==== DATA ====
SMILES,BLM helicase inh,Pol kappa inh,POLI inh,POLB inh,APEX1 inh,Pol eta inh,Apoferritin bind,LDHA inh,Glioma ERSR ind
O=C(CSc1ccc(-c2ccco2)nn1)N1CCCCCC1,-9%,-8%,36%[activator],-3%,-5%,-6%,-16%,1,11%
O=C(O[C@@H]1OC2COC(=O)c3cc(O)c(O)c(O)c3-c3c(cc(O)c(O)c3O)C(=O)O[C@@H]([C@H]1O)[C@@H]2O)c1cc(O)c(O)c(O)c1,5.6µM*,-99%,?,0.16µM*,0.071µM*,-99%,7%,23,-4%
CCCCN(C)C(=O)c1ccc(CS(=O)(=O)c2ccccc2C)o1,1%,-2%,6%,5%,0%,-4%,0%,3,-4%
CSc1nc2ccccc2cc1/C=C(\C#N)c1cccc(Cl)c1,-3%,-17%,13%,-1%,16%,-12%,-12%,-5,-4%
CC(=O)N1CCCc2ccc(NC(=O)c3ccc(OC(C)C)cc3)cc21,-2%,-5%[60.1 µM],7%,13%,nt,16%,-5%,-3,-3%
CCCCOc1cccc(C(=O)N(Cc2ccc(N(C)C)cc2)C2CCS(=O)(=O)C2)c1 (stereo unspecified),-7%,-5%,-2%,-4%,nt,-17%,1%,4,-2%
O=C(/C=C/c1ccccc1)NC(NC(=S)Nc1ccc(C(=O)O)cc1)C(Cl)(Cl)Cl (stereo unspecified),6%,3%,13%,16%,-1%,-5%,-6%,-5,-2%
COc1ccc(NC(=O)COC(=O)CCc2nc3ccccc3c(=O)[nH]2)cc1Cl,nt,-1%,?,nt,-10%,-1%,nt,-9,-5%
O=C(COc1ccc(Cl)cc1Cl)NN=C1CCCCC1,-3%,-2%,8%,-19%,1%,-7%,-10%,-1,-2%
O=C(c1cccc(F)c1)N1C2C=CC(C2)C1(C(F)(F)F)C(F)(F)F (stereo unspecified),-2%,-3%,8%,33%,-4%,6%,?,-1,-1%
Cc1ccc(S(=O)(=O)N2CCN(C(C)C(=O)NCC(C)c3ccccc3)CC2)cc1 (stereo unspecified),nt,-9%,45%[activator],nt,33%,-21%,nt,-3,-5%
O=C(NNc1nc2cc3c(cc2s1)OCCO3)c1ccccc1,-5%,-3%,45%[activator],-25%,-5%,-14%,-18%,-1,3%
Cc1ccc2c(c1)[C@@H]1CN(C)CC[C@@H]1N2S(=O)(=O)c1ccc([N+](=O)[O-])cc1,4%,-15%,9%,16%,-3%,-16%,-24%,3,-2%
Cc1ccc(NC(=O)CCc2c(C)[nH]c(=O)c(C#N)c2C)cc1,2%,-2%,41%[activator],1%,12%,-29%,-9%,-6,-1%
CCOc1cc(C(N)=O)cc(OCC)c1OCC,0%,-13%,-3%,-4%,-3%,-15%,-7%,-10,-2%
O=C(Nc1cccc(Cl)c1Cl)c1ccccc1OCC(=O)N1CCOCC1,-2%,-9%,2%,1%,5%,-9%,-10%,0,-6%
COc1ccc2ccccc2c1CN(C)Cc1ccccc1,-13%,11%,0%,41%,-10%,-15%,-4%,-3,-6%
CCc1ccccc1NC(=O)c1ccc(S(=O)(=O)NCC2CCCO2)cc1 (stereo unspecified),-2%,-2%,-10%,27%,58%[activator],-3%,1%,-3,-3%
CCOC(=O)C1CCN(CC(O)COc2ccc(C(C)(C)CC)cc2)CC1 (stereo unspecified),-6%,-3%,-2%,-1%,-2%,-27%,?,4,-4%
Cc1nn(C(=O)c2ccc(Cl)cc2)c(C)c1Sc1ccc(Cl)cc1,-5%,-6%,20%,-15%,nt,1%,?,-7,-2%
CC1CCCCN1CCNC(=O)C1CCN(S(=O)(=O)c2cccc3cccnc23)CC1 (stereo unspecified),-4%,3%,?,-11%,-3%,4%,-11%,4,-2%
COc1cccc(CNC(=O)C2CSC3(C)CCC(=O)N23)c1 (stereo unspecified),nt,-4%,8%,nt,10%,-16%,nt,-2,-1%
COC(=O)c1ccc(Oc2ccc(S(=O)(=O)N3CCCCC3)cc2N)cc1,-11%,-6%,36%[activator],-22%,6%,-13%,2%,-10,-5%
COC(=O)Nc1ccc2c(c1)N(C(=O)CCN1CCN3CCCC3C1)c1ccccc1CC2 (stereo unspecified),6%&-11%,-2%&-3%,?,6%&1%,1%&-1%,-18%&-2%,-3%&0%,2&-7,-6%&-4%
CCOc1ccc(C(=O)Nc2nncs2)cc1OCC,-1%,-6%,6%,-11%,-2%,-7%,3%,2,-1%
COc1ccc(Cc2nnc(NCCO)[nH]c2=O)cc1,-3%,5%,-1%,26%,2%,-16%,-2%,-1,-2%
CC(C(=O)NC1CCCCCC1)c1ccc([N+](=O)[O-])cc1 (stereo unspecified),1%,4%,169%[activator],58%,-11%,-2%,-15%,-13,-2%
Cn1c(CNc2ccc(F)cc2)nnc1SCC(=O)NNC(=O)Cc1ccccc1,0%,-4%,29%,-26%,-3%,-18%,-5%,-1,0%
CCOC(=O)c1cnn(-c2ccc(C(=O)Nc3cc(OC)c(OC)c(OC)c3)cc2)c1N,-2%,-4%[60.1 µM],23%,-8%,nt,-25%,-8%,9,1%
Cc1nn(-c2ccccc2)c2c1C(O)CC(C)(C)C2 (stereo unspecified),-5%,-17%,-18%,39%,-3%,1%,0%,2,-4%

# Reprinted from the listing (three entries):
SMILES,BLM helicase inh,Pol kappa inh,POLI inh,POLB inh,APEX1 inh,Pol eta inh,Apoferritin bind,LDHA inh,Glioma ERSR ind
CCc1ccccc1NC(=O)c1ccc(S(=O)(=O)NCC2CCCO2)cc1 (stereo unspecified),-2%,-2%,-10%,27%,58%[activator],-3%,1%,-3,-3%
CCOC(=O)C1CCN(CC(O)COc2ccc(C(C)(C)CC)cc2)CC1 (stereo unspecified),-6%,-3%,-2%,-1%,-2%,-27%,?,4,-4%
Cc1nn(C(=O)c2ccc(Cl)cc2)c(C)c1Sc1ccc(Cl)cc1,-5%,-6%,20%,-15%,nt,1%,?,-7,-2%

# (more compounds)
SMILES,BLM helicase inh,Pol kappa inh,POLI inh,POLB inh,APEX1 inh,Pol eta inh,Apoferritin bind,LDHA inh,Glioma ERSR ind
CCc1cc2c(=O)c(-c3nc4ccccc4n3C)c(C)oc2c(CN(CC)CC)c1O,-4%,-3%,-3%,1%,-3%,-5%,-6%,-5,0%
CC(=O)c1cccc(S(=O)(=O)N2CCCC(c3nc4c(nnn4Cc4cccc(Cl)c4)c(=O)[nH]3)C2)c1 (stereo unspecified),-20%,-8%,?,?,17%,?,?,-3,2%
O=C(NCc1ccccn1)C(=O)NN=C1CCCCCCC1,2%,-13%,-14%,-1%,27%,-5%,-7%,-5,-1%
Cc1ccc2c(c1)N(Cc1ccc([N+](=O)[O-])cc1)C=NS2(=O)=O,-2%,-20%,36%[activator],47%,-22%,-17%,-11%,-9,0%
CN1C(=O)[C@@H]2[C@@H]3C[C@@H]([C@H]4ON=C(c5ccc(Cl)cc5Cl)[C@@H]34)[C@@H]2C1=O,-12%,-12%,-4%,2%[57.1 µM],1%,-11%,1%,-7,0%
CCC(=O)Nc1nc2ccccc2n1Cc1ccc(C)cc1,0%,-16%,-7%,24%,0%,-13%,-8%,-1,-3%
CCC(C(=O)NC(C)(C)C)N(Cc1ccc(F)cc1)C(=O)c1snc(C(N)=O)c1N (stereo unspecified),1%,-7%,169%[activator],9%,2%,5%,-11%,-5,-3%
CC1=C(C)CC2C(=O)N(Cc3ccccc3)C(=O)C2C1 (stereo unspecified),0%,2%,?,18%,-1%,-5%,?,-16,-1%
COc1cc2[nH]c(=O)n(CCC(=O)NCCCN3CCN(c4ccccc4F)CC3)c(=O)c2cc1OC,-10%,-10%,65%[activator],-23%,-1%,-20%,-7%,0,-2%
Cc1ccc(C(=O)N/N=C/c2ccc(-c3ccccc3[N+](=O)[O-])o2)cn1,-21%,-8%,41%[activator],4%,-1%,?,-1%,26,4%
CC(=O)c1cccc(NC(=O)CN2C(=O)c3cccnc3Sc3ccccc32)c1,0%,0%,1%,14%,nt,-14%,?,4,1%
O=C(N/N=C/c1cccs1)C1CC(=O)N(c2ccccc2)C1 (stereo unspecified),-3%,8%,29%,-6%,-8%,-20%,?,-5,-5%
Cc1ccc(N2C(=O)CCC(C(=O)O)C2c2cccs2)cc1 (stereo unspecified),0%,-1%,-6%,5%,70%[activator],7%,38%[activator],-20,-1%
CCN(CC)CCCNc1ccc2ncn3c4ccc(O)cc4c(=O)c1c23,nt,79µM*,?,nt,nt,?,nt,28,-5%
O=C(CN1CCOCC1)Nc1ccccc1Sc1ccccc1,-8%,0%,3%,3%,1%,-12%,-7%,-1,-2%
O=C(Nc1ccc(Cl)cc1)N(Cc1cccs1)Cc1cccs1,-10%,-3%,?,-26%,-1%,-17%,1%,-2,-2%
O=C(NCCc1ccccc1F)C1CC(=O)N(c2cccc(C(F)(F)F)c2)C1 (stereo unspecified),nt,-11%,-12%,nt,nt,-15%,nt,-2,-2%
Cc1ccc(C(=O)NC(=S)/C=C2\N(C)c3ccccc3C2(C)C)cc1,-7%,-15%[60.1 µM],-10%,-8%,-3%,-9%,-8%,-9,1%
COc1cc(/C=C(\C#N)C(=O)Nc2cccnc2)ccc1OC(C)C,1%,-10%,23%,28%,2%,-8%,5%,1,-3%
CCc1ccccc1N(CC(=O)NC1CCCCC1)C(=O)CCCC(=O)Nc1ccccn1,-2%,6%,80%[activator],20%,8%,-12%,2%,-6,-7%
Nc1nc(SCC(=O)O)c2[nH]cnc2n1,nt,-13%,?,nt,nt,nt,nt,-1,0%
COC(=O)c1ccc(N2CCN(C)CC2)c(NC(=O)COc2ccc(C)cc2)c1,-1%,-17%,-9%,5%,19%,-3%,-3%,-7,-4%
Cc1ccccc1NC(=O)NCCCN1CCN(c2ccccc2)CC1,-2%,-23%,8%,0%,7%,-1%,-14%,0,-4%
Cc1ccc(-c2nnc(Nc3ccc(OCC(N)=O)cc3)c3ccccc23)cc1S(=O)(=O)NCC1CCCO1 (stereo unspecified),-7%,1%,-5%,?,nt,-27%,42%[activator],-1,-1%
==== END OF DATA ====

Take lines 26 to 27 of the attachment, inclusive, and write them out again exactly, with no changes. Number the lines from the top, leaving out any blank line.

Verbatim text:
CCOc1ccc(C(=O)Nc2nncs2)cc1OCC,-1%,-6%,6%,-11%,-2%,-7%,3%,2,-1%
COc1ccc(Cc2nnc(NCCO)[nH]c2=O)cc1,-3%,5%,-1%,26%,2%,-16%,-2%,-1,-2%